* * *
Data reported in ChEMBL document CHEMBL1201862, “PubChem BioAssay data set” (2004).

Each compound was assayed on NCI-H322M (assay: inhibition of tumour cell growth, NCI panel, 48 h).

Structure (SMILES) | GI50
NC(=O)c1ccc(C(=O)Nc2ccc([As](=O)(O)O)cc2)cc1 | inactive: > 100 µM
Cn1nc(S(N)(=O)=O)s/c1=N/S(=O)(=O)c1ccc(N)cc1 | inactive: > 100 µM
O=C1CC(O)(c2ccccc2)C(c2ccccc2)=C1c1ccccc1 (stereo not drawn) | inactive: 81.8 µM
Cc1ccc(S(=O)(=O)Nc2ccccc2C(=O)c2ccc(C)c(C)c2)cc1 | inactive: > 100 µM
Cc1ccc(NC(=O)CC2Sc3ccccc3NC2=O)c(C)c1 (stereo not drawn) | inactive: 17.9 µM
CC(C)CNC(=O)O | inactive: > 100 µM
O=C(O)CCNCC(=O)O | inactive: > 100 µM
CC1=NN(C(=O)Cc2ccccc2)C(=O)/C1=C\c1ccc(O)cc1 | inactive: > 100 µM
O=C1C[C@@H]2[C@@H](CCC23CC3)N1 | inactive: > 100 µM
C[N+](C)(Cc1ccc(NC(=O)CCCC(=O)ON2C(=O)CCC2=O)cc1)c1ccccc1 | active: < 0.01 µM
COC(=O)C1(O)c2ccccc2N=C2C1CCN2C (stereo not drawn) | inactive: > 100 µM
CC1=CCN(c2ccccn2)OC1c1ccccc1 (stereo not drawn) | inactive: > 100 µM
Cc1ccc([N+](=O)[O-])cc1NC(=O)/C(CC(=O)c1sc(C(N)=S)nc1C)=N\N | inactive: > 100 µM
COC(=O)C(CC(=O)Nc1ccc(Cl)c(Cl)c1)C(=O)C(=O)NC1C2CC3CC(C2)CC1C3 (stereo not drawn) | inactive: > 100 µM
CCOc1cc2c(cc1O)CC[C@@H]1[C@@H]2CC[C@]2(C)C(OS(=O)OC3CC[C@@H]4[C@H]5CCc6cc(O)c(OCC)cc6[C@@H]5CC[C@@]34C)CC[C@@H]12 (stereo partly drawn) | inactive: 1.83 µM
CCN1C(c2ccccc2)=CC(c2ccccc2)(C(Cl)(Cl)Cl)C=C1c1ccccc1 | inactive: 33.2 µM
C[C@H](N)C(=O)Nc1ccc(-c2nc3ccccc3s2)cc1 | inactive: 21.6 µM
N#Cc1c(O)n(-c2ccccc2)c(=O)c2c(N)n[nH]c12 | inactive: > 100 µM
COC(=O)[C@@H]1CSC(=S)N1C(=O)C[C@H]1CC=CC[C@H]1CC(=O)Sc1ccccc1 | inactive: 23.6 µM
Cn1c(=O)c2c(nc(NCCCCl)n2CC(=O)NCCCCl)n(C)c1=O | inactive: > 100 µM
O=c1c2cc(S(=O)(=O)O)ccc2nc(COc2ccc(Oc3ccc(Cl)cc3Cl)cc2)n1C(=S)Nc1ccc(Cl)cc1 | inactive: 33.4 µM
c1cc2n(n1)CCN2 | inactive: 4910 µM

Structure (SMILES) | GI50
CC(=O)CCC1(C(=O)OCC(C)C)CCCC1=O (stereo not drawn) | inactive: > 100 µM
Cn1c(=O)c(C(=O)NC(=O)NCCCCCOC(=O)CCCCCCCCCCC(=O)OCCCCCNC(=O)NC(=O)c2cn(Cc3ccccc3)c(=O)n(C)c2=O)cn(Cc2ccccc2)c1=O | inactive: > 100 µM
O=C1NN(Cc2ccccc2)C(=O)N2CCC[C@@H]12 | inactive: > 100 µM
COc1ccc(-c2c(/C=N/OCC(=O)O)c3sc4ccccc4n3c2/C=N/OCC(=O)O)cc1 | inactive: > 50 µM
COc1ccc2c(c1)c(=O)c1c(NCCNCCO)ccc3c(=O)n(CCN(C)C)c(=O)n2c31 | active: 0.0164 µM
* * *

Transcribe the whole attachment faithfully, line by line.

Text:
Data reported in ChEMBL document CHEMBL1201862, “PubChem BioAssay data set” (2004).

Each compound was assayed on NCI-H322M (assay: inhibition of tumour cell growth, NCI panel, 48 h).

Structure (SMILES) | GI50
NC(=O)c1ccc(C(=O)Nc2ccc([As](=O)(O)O)cc2)cc1 | inactive: > 100 µM
Cn1nc(S(N)(=O)=O)s/c1=N/S(=O)(=O)c1ccc(N)cc1 | inactive: > 100 µM
O=C1CC(O)(c2ccccc2)C(c2ccccc2)=C1c1ccccc1 (stereo not drawn) | inactive: 81.8 µM
Cc1ccc(S(=O)(=O)Nc2ccccc2C(=O)c2ccc(C)c(C)c2)cc1 | inactive: > 100 µM
Cc1ccc(NC(=O)CC2Sc3ccccc3NC2=O)c(C)c1 (stereo not drawn) | inactive: 17.9 µM
CC(C)CNC(=O)O | inactive: > 100 µM
O=C(O)CCNCC(=O)O | inactive: > 100 µM
CC1=NN(C(=O)Cc2ccccc2)C(=O)/C1=C\c1ccc(O)cc1 | inactive: > 100 µM
O=C1C[C@@H]2[C@@H](CCC23CC3)N1 | inactive: > 100 µM
C[N+](C)(Cc1ccc(NC(=O)CCCC(=O)ON2C(=O)CCC2=O)cc1)c1ccccc1 | active: < 0.01 µM
COC(=O)C1(O)c2ccccc2N=C2C1CCN2C (stereo not drawn) | inactive: > 100 µM
CC1=CCN(c2ccccn2)OC1c1ccccc1 (stereo not drawn) | inactive: > 100 µM
Cc1ccc([N+](=O)[O-])cc1NC(=O)/C(CC(=O)c1sc(C(N)=S)nc1C)=N\N | inactive: > 100 µM
COC(=O)C(CC(=O)Nc1ccc(Cl)c(Cl)c1)C(=O)C(=O)NC1C2CC3CC(C2)CC1C3 (stereo not drawn) | inactive: > 100 µM
CCOc1cc2c(cc1O)CC[C@@H]1[C@@H]2CC[C@]2(C)C(OS(=O)OC3CC[C@@H]4[C@H]5CCc6cc(O)c(OCC)cc6[C@@H]5CC[C@@]34C)CC[C@@H]12 (stereo partly drawn) | inactive: 1.83 µM
CCN1C(c2ccccc2)=CC(c2ccccc2)(C(Cl)(Cl)Cl)C=C1c1ccccc1 | inactive: 33.2 µM
C[C@H](N)C(=O)Nc1ccc(-c2nc3ccccc3s2)cc1 | inactive: 21.6 µM
N#Cc1c(O)n(-c2ccccc2)c(=O)c2c(N)n[nH]c12 | inactive: > 100 µM
COC(=O)[C@@H]1CSC(=S)N1C(=O)C[C@H]1CC=CC[C@H]1CC(=O)Sc1ccccc1 | inactive: 23.6 µM
Cn1c(=O)c2c(nc(NCCCCl)n2CC(=O)NCCCCl)n(C)c1=O | inactive: > 100 µM
O=c1c2cc(S(=O)(=O)O)ccc2nc(COc2ccc(Oc3ccc(Cl)cc3Cl)cc2)n1C(=S)Nc1ccc(Cl)cc1 | inactive: 33.4 µM
c1cc2n(n1)CCN2 | inactive: 4910 µM

Structure (SMILES) | GI50
CC(=O)CCC1(C(=O)OCC(C)C)CCCC1=O (stereo not drawn) | inactive: > 100 µM
Cn1c(=O)c(C(=O)NC(=O)NCCCCCOC(=O)CCCCCCCCCCC(=O)OCCCCCNC(=O)NC(=O)c2cn(Cc3ccccc3)c(=O)n(C)c2=O)cn(Cc2ccccc2)c1=O | inactive: > 100 µM
O=C1NN(Cc2ccccc2)C(=O)N2CCC[C@@H]12 | inactive: > 100 µM
COc1ccc(-c2c(/C=N/OCC(=O)O)c3sc4ccccc4n3c2/C=N/OCC(=O)O)cc1 | inactive: > 50 µM
COc1ccc2c(c1)c(=O)c1c(NCCNCCO)ccc3c(=O)n(CCN(C)C)c(=O)n2c31 | active: 0.0164 µM